But first some rules! We're imposing a ten-minute minimum threshold. In the interests of listenability, we're also nixing any freestyles (sorry Game and your "300 Bars," and Weezy and your alleged "10,000 Bars"), and we're abiding by the rule of keeping it moving so the playlist spans hip-hop's growth and doesn't just dwell in a pool of lengthy old-school rap tracks (not that doing so wouldn't result in a very fine mixtape). We're also being curmudgeonly and overlooking anything that drifts into the realm of the ridiculous, like Canibus's 45-minute "Poet Laurette Infinity"—after all, if you're making your way through an artisanal 12-course tasting menu, the last thing you want is Canibus's rancid, oversized pulled-pork sandwich tampering with the delicate balance of your seared scallops with morels in a balsamic reduction sauce. In the interests of playlist culture maximization (and further clogging up your iPod), here's the world's greatest longest 12-track rap mixtape.

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Oddsmaker: Do Beyoncé And André 3000 Have Enough Swagu To Beat Kanye And His Dozens Of Friends At The Grammys?

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The Grammys created the awkwardly named Best Rap/Sung Collaboration category ten years ago, around the time Ja Rule's various "thug love" duets were dominating the airwaves. The award recognized a growing sector of popular music that didn't quite fit into the preexisting rap, R&B or pop song awards, and its creation was a prescient move. In 2001, 13% of Billboard's Year-End Hot 100 Songs featured at least one rapper and one singer; in 2011 that number had doubled to 26% (after peaking at 33% in 2010). The category's a little more unpredictable this year, as NARAS snubbed the biggest dancefloor-friendly rapped-and-sung hits of the year ("Give Me Everything," "Party Rock Anthem," "On The Floor," "E.T.") in favor of more urban radio fare.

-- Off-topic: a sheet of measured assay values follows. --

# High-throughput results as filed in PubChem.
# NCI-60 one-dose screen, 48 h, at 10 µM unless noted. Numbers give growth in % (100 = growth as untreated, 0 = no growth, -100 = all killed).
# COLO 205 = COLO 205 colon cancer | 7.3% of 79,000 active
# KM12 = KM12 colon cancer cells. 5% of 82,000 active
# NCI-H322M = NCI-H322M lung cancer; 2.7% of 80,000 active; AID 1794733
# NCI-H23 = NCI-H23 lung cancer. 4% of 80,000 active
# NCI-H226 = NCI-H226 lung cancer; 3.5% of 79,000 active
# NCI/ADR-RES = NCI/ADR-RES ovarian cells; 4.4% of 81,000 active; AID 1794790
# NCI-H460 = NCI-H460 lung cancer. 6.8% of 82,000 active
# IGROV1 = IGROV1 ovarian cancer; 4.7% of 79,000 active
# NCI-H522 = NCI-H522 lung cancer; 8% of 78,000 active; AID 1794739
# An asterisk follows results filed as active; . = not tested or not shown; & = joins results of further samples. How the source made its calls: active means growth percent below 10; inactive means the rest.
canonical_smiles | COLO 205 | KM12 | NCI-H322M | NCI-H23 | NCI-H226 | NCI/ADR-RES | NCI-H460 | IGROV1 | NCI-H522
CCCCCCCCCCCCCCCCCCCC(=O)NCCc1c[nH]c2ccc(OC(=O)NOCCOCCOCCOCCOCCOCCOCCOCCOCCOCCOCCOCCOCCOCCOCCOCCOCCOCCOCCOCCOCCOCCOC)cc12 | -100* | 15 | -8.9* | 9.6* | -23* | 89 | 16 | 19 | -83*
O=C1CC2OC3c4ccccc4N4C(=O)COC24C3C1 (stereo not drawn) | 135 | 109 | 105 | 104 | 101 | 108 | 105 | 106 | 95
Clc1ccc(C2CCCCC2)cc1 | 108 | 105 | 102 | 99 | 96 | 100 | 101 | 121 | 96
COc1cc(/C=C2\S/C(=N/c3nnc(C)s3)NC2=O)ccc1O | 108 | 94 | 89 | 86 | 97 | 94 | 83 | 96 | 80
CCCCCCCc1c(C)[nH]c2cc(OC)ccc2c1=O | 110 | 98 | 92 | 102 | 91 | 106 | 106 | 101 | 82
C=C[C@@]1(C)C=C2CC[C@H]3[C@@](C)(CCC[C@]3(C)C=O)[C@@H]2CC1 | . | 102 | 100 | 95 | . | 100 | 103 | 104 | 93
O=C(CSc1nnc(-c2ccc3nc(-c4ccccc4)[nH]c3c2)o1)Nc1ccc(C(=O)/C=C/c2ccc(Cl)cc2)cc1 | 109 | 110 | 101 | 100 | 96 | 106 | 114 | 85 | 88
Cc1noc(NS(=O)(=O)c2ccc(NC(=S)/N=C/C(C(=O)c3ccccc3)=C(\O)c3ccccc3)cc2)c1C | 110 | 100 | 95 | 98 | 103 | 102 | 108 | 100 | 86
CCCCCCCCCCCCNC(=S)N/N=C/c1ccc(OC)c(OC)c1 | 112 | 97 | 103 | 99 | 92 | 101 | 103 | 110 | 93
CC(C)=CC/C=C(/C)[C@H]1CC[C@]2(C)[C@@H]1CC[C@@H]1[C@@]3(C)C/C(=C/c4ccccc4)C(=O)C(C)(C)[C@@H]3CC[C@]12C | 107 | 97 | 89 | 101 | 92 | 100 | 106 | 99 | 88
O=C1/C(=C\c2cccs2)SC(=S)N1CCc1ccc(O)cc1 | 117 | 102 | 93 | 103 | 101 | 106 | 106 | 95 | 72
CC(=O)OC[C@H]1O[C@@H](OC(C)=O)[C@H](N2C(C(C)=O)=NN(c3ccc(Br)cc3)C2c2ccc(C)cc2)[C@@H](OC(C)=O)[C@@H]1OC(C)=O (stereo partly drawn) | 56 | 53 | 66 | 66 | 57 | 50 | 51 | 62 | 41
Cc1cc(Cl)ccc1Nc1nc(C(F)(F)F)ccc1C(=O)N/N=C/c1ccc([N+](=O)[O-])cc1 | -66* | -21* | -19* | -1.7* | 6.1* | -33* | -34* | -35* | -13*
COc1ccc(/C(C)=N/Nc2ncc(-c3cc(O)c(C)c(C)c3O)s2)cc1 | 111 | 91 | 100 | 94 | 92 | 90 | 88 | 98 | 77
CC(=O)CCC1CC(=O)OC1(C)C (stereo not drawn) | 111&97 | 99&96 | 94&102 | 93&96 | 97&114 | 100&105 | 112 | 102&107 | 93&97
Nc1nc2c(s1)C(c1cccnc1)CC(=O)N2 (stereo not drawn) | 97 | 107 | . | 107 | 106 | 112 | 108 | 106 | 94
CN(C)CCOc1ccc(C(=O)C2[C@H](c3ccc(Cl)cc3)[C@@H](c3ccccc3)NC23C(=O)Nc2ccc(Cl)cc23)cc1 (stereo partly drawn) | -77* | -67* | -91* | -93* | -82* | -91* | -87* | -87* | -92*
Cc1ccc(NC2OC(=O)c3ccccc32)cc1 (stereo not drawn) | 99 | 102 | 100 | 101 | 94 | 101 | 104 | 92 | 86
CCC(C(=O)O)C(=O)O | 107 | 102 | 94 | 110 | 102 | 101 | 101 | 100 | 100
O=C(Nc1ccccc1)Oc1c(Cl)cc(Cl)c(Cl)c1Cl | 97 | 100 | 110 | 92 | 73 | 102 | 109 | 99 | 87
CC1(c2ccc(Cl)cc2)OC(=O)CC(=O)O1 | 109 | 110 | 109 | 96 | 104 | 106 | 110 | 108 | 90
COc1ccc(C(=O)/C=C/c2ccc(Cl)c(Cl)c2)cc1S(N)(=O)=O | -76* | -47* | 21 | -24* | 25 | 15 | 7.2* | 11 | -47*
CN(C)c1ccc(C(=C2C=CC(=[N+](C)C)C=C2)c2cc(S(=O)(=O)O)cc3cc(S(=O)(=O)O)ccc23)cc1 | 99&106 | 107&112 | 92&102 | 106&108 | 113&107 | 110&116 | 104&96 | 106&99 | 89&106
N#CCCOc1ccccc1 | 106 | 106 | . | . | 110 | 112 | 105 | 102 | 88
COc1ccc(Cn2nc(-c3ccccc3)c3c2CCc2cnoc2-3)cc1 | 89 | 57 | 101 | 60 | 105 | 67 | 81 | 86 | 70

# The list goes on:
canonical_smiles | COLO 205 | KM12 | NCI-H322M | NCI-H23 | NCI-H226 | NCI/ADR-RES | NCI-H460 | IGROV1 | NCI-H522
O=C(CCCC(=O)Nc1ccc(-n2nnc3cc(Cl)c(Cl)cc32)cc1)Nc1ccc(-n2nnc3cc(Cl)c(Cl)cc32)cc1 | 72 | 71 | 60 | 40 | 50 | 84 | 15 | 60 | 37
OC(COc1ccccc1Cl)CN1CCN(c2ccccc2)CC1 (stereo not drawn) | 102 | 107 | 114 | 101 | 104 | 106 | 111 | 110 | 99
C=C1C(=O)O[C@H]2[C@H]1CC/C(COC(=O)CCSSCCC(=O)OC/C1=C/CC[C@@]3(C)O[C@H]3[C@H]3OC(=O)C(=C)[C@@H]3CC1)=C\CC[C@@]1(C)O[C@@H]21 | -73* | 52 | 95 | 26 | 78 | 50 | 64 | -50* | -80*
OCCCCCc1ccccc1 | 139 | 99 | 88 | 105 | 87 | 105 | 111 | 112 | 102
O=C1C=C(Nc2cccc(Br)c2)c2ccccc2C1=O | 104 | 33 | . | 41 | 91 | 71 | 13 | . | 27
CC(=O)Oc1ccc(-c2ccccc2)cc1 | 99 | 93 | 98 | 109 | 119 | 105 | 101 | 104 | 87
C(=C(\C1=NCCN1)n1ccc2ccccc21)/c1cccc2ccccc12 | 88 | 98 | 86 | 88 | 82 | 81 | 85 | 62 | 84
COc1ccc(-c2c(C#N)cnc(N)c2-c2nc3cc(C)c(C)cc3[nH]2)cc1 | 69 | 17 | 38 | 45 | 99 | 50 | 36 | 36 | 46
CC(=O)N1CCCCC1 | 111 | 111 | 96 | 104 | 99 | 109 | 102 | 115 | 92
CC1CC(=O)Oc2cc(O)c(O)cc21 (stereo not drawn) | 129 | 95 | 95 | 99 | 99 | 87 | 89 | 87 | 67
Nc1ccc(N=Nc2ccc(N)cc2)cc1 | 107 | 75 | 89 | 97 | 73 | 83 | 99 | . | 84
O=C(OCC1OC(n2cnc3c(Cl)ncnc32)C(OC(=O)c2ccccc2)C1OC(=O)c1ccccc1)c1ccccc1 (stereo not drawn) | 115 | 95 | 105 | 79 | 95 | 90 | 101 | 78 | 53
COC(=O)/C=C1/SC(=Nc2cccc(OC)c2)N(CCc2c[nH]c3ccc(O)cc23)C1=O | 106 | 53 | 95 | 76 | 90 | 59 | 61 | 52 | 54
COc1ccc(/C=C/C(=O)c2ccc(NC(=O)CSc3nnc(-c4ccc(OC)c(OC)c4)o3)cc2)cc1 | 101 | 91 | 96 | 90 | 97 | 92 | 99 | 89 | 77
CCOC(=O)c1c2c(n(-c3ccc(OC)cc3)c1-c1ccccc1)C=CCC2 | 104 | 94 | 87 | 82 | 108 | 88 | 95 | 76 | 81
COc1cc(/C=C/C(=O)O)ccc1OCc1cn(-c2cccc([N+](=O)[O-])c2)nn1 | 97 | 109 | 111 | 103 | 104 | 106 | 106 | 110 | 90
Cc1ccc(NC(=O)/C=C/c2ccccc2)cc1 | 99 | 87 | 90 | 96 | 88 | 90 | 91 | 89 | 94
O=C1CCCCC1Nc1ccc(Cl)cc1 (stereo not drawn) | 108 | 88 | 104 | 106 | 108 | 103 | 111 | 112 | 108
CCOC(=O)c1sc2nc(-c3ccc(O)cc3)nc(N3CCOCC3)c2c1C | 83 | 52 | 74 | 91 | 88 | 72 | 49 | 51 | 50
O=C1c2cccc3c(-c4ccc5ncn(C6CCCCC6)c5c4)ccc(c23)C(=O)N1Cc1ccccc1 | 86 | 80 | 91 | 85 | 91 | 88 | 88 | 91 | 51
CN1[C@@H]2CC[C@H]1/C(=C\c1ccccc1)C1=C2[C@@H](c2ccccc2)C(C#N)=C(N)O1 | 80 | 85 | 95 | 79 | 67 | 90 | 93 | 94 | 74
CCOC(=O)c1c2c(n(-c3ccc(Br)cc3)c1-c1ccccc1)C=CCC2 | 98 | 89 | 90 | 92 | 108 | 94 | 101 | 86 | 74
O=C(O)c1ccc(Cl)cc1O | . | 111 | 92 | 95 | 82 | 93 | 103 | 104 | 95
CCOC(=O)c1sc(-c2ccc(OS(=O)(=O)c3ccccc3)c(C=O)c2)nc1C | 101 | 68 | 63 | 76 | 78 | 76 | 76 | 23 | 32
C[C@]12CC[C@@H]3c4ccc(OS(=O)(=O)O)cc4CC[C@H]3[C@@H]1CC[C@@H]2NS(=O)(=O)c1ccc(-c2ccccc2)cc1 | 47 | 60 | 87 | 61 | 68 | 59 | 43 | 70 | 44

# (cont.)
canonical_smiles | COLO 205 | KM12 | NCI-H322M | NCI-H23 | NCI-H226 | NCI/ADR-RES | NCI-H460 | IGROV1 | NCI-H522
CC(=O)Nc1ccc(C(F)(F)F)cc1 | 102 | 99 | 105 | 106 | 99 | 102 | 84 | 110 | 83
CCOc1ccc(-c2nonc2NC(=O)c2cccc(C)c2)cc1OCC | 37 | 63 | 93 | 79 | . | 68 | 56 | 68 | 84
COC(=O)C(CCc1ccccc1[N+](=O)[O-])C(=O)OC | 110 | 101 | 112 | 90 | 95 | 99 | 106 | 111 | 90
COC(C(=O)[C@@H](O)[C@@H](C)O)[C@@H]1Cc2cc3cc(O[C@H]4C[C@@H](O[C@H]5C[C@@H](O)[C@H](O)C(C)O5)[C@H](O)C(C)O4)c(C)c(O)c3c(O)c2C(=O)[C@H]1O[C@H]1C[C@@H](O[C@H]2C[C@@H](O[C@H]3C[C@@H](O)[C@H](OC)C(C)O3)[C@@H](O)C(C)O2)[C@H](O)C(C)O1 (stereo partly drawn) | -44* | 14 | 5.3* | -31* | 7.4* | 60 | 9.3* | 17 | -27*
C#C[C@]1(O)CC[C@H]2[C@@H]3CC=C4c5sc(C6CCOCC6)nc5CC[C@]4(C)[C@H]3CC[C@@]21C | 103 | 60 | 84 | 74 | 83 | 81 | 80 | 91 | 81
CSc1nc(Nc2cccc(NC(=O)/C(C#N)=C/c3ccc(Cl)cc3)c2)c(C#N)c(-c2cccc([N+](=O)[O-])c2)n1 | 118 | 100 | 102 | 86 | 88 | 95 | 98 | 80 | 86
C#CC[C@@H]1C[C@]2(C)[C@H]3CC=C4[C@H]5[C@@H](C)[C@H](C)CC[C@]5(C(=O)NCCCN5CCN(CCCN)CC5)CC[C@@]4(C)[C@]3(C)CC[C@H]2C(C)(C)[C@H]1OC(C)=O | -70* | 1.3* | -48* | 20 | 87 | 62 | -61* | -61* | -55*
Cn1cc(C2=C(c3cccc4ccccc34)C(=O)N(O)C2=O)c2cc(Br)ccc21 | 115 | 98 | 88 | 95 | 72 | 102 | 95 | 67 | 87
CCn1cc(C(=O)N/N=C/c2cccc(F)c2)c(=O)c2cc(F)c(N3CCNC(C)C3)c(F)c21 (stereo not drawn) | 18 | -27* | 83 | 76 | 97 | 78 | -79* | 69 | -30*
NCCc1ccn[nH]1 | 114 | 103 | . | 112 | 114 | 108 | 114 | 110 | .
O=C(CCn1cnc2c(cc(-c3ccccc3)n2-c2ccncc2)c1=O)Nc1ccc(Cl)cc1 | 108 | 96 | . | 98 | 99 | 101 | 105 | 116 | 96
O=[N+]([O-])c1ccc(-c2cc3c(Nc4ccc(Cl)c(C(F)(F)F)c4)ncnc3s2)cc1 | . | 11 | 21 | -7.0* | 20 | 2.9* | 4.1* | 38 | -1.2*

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Here Is A Cake Shaped Like A Pair Of Those Beats By Dr. Dre Headphones You've Probably Seen Around Town

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Snapped at last night's opening party for The Beats Store, an emporium devoted to Beats By Dr. Dre, the headphone line that sprung from the collective mind of the aforementioned rapper-producer and Interscope-Geffen-A&M honcho Jimmy Iovine. (Both Dre and Iovine were present at the bash, as was will.i.am.) The store itself has a bunch of stations where you can sample the various headphone offerings via music released by the IGA imprints ("Yoü And I," "Super Bass," LMFAO, etc.) and a soundproofed room showcasing the company's speakers, as well as some extremely helpful staff members and a wall that shows off a few custom-made headphones for people more famous than me (Yelawolf, the Yankees). It's a nice shop, and clearly inspired by the Apple Store, only with more wooden accents and Diddy-Dirty Money videos projected on the wall. But look at that cake! I'm almost sad I didn't get to see it get cut open, if only to see the innards of the arc.

Radio Hits One: T-Pain Escapes Lead Single Purgatory

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The Revolver cover.
On Thursday Jive Records announced that T-Pain's fourth album rEVOLVEr would be out on December 6. That same day, the rappa ternt sanga's single "5 O'Clock" reached a new Hot 100 peak of No. 25 . The timing wasn't exactly coincidental. The track, on which T-Pain is supported by Lily Allen and Wiz Khalifa, is the sixth single he's released in support of the album, and it has quickly become the most successful to date. But for over two years, he was lobbing one song after another into the marketplace, and each time it would quickly fall off the charts, and Jive would delay the album and start over from scratch.